When we arrive, it is like arriving in an overturned anthill. I see our attorney in the front secretarial bay, a cellphone in one hand, a paper in the other, shouting, "Call Sarah. If you can't reach her, call Yossi! No, call Yossi anyway!"

Yossi calls out, "We're here." He hands her the note from the bank officer. The attorney who never had time to come to the phone or return phone calls suddenly cancels the day's appointments and wisks us into a conference room. I am suddenly The Most Important Client, and the focus of complete attention.

It seems my attorney, along with the Buyer's attorney, neglected to take care of the small mortgage on the Modi'in cottage. In one of the quirks of Israeli law (descended from Turkish and British law) that loan is affixed like a leach to the property in Modi'in until it is paid off!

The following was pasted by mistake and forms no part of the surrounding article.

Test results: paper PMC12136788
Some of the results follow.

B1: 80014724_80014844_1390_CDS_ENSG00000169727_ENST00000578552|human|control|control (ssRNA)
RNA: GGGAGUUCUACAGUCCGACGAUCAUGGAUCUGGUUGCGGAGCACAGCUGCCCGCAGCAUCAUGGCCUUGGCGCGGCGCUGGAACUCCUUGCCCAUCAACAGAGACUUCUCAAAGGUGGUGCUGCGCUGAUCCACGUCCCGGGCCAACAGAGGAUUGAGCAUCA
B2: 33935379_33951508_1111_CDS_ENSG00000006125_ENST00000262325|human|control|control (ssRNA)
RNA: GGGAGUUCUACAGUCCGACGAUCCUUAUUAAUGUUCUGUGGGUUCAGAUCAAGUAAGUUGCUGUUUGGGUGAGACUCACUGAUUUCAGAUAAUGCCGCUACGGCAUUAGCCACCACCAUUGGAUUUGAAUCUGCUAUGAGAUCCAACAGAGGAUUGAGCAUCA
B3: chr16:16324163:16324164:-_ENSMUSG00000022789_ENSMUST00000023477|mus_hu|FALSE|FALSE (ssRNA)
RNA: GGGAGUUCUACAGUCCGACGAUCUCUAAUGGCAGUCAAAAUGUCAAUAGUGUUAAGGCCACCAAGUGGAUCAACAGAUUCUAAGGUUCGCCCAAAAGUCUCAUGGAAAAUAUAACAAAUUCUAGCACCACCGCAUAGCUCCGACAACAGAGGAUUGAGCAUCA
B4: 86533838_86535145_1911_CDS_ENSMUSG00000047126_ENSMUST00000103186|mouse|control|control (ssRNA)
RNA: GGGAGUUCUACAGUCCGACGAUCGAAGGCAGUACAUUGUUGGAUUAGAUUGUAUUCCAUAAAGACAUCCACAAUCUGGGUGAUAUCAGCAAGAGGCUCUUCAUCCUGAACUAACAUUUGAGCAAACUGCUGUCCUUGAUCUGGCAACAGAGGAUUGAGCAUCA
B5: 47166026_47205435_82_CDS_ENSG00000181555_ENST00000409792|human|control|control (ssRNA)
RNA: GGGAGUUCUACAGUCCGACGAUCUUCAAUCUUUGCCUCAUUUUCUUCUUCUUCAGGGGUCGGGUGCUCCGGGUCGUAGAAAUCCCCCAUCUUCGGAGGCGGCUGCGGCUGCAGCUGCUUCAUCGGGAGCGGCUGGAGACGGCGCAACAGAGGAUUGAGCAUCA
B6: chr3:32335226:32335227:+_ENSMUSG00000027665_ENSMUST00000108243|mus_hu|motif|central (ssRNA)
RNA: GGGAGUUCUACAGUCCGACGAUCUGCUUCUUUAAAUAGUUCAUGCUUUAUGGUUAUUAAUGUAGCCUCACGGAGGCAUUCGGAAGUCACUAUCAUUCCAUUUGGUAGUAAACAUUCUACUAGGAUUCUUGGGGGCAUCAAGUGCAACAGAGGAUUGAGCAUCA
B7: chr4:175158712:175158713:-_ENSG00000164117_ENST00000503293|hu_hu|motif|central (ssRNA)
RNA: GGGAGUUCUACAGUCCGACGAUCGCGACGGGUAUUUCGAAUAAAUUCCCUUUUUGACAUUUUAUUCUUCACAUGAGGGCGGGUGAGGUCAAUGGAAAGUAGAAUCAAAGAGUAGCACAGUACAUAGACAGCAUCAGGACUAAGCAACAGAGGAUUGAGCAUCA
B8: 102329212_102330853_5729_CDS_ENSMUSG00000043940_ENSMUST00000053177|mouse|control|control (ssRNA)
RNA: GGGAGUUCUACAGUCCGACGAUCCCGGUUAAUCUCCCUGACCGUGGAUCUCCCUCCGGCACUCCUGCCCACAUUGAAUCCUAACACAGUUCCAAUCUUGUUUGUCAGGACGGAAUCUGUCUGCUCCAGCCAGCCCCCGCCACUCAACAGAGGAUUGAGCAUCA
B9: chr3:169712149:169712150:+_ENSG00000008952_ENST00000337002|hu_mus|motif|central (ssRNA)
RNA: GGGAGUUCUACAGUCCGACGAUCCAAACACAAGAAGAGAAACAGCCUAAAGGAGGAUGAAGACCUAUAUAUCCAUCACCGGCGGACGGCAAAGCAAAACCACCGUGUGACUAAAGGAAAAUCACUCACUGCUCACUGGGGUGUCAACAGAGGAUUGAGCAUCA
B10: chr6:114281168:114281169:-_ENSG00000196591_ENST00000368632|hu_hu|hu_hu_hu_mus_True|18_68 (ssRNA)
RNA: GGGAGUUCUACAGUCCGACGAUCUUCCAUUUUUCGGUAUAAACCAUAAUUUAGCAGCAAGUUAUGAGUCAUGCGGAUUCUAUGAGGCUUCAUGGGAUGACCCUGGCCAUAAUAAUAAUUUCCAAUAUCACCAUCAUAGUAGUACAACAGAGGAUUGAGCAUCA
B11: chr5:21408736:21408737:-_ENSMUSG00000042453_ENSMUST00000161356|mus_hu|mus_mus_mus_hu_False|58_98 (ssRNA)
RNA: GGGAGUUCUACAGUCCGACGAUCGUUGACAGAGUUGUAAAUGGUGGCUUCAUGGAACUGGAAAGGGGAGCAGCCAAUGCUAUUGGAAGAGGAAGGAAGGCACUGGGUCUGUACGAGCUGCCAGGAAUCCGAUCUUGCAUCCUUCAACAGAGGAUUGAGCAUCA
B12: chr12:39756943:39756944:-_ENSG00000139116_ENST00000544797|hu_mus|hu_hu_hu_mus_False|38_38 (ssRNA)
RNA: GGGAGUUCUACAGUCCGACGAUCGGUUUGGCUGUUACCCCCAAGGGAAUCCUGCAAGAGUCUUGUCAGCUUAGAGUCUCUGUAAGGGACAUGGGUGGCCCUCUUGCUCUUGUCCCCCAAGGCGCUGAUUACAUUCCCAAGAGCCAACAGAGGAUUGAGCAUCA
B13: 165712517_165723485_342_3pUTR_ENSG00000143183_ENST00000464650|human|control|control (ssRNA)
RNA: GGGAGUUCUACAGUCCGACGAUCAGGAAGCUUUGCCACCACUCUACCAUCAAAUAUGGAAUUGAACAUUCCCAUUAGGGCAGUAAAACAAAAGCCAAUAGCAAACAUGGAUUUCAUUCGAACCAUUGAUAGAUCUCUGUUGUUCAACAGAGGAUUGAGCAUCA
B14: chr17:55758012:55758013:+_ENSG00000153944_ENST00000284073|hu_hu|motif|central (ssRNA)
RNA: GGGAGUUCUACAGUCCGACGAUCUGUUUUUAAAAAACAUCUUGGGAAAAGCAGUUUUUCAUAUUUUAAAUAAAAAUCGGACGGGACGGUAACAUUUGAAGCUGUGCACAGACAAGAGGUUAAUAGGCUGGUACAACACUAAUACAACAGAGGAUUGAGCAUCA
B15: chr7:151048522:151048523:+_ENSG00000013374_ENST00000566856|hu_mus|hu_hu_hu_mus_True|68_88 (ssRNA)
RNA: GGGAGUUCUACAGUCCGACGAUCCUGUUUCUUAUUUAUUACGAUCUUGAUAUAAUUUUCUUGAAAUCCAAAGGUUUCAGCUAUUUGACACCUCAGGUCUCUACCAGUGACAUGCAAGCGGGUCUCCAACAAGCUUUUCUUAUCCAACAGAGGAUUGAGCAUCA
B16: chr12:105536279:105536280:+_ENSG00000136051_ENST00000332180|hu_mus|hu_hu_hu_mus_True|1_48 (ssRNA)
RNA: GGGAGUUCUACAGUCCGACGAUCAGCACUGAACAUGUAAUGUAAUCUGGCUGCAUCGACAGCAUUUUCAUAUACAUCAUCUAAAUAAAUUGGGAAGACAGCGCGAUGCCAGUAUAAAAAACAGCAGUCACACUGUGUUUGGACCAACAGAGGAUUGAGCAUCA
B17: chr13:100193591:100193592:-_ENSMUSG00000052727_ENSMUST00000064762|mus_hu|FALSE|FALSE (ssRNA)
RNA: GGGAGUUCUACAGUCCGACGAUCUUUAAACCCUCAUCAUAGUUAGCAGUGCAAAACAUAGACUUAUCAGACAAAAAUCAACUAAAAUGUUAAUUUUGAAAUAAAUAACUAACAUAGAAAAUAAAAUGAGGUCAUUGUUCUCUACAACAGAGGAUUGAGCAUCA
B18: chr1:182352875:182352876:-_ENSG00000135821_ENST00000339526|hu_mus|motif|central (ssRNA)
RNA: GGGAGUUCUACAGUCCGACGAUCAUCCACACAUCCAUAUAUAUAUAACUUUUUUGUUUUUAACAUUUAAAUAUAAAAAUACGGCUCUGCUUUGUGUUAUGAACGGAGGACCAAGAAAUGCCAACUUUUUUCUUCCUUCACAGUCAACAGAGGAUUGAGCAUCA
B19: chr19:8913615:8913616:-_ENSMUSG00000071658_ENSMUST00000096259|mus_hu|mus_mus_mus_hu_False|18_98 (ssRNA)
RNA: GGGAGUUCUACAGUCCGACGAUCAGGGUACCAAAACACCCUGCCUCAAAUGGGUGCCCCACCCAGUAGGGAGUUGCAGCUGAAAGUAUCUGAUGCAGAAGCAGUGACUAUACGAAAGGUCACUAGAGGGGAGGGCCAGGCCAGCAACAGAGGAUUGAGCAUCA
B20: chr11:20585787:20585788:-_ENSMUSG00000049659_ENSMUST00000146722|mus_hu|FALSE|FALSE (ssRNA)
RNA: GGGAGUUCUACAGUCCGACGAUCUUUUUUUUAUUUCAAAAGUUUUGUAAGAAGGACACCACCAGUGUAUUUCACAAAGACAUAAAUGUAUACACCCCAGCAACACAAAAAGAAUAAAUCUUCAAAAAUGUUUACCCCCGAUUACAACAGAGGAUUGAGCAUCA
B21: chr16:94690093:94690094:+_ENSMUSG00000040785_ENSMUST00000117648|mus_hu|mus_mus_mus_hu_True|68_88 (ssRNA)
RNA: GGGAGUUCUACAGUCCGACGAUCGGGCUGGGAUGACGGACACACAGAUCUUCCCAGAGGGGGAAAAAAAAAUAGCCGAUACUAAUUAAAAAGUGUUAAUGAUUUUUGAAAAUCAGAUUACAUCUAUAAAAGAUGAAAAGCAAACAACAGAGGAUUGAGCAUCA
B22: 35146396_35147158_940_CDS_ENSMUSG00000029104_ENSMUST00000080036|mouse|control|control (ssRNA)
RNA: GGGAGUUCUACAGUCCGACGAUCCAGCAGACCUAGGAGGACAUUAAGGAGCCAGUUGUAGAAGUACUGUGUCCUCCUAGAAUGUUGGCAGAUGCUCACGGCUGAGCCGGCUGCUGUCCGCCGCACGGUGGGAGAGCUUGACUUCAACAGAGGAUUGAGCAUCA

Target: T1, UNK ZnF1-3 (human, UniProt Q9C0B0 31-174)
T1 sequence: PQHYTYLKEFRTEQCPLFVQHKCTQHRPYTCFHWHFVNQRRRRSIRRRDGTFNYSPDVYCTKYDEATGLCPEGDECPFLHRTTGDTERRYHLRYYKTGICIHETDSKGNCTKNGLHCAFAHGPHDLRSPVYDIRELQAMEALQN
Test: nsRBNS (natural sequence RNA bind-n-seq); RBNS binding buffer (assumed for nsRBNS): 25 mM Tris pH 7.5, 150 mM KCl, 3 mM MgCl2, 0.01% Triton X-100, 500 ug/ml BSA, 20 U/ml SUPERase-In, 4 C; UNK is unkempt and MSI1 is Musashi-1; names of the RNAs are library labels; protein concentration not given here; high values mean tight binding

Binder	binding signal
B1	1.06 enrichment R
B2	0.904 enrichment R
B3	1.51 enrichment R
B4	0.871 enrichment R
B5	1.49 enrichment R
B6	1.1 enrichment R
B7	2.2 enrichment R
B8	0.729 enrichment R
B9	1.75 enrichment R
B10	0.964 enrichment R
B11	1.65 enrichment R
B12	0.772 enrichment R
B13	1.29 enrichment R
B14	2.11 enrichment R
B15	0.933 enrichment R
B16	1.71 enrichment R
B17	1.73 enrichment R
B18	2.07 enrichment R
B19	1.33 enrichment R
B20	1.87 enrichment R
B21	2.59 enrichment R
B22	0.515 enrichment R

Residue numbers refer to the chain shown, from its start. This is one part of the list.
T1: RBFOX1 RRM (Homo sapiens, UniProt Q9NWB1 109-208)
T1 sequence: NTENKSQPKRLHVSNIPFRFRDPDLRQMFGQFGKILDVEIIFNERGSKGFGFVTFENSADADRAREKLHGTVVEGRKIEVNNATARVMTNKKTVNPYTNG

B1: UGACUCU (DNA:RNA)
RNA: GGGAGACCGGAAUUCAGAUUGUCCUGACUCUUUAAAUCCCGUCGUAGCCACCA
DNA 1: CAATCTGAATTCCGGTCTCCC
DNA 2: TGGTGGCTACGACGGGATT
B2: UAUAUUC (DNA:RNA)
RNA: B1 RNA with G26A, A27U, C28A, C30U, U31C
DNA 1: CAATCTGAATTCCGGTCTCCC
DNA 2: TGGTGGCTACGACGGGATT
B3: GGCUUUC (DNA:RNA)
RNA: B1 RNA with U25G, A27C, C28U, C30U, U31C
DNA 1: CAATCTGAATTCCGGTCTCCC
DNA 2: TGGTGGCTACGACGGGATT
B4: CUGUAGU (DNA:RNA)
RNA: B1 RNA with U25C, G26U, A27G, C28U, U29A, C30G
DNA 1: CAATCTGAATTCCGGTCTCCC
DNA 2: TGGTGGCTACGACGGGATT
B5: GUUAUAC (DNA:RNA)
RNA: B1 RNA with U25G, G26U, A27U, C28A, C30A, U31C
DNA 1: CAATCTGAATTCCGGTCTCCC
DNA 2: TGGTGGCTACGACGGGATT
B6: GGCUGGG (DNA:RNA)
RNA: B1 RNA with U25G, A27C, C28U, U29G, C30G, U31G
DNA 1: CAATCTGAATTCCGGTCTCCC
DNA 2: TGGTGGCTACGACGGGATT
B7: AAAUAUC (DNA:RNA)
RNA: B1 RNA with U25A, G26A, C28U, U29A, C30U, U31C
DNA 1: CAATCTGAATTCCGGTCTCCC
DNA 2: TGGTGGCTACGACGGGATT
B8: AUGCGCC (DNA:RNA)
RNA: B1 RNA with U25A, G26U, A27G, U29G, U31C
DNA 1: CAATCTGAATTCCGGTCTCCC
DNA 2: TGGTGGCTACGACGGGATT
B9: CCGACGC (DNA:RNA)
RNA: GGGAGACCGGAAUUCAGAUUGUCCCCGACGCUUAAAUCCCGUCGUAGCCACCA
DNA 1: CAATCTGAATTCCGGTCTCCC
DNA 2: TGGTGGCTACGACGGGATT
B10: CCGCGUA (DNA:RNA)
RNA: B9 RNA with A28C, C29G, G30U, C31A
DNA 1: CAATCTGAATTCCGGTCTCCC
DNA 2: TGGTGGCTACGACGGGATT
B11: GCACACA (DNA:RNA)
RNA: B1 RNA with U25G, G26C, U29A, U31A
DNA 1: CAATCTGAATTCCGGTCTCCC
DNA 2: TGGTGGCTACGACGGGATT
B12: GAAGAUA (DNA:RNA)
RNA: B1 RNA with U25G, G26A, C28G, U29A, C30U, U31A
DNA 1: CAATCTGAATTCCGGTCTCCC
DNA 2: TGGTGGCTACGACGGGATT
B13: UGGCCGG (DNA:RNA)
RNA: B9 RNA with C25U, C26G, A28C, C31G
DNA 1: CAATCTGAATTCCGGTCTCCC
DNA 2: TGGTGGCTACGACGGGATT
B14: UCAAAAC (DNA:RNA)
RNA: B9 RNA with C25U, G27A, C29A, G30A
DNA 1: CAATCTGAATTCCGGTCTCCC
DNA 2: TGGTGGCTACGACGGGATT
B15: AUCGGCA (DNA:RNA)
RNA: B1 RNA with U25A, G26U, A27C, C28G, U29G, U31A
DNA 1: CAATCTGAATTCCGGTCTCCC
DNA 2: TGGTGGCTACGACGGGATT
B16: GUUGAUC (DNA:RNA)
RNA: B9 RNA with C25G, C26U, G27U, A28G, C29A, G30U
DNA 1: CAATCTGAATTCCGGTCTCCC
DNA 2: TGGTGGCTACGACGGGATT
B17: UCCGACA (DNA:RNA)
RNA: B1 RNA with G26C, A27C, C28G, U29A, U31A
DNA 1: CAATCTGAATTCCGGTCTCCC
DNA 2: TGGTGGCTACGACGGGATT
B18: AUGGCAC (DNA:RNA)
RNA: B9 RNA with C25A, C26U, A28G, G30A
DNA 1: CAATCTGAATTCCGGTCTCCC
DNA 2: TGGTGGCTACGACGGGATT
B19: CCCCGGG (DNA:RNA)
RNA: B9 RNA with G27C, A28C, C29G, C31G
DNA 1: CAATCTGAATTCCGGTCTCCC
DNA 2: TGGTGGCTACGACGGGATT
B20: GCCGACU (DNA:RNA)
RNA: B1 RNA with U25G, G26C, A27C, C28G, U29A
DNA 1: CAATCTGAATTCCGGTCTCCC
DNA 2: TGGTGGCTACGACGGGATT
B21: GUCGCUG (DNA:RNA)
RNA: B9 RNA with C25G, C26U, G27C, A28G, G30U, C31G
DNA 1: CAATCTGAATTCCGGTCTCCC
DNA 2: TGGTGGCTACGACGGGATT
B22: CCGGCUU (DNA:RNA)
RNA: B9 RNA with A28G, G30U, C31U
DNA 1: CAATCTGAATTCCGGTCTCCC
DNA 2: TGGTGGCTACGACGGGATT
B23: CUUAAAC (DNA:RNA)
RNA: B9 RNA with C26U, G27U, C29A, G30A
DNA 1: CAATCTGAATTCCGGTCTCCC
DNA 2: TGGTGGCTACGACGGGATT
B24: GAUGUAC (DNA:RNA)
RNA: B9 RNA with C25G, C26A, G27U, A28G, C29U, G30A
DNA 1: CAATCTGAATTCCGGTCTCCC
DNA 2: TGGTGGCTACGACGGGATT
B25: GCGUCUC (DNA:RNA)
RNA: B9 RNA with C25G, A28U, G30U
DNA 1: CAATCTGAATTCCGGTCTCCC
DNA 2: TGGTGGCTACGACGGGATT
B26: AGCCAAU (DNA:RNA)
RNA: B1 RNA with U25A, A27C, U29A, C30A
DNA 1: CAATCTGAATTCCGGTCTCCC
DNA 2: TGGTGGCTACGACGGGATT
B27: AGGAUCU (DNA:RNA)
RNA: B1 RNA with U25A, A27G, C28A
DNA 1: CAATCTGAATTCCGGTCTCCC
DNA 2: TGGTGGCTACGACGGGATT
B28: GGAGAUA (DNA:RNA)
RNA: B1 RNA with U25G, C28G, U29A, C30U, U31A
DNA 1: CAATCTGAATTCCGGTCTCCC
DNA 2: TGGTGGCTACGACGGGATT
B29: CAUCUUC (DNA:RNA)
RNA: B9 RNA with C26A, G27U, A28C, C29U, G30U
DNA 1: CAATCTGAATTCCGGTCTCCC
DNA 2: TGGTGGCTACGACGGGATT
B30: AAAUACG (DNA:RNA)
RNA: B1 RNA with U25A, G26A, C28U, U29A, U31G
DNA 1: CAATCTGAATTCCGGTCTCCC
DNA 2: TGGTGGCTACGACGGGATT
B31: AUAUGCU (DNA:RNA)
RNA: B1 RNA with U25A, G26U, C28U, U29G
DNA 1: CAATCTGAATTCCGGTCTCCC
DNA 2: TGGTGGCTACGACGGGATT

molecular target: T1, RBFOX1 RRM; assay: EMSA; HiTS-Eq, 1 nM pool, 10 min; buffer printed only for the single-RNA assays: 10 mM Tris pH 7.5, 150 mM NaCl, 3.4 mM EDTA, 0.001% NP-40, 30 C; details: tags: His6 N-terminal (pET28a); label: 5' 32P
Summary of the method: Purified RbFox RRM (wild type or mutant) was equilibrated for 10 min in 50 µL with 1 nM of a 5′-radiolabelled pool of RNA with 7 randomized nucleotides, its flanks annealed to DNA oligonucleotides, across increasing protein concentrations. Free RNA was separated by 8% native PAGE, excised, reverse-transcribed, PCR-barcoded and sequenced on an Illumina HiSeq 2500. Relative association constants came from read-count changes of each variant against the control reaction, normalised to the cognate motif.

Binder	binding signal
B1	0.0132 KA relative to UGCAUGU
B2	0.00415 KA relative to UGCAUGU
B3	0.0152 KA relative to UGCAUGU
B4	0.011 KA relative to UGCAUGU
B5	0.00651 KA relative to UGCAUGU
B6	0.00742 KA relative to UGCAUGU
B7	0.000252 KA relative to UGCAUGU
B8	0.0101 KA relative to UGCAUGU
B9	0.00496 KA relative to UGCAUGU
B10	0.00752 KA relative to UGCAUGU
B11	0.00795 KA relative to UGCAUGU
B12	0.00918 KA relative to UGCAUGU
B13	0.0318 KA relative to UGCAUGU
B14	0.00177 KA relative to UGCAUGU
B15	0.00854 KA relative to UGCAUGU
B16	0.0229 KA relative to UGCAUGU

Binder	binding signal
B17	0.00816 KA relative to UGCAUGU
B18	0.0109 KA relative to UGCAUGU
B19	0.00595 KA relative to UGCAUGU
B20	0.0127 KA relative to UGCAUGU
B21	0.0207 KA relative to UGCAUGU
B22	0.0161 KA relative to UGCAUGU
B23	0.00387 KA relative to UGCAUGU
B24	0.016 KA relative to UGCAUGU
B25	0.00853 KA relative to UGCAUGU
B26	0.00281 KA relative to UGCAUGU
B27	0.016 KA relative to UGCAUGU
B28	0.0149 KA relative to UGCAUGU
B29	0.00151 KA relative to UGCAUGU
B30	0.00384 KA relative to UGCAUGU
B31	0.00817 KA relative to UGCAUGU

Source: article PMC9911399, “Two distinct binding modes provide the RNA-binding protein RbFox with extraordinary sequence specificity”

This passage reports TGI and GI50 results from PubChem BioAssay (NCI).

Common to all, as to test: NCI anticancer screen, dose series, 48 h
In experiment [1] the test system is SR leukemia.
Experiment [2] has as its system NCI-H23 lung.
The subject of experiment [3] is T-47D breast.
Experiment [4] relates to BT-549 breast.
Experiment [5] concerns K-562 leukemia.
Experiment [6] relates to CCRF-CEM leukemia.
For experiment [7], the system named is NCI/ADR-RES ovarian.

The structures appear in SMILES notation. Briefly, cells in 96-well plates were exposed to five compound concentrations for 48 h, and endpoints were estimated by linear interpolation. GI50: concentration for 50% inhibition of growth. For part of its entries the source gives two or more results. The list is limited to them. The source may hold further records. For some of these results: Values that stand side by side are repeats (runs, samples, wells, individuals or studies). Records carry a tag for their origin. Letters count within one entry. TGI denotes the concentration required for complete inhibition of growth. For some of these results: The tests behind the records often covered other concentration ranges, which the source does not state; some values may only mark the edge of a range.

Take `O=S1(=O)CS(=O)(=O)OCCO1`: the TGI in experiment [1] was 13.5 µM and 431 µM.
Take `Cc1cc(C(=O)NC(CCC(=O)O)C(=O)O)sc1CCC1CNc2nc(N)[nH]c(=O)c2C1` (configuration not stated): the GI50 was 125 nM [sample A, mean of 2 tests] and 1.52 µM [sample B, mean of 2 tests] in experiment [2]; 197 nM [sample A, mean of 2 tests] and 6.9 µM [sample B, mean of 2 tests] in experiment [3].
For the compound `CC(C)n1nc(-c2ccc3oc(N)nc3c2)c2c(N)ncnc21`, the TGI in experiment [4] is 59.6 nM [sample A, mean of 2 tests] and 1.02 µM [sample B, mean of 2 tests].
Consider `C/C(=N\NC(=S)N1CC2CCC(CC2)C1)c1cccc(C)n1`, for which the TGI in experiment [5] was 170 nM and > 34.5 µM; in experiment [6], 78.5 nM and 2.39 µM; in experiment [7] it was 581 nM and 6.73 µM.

All this money flowed from Buyer to Buyer's attorney to Seller's attorney to Seller without either attorney checking to make sure the mortgage was cleared and Buyer could take clear title.

The bank is hysterical because the bank (no doubt correctly) foresees both attorneys mounting a defense to their own malfeasance and refusing to pay off this mortgage; the Buyer is going to sue everyone if he doesn't kill the attorneys first.

Even my attorney tries a wiggle. "You never told me you had a mortgage on this property, did you?" is the question, with a broad smile.

With a crocodilian smile back, I assured my advocate that not only had I said I had a mortgage, but on several occasions since the sales contract was signed, I had asked precisely what was the procedure for dealing with the cottage mortgage and how would I 'transfer' it to the penthouse; and as recently as early February (I would have to check my notes to be sure of the exact date) you told me not to worry, you would take care of it. Toothy smiles all around. My smile said, I'm not taking the fall for your screw up.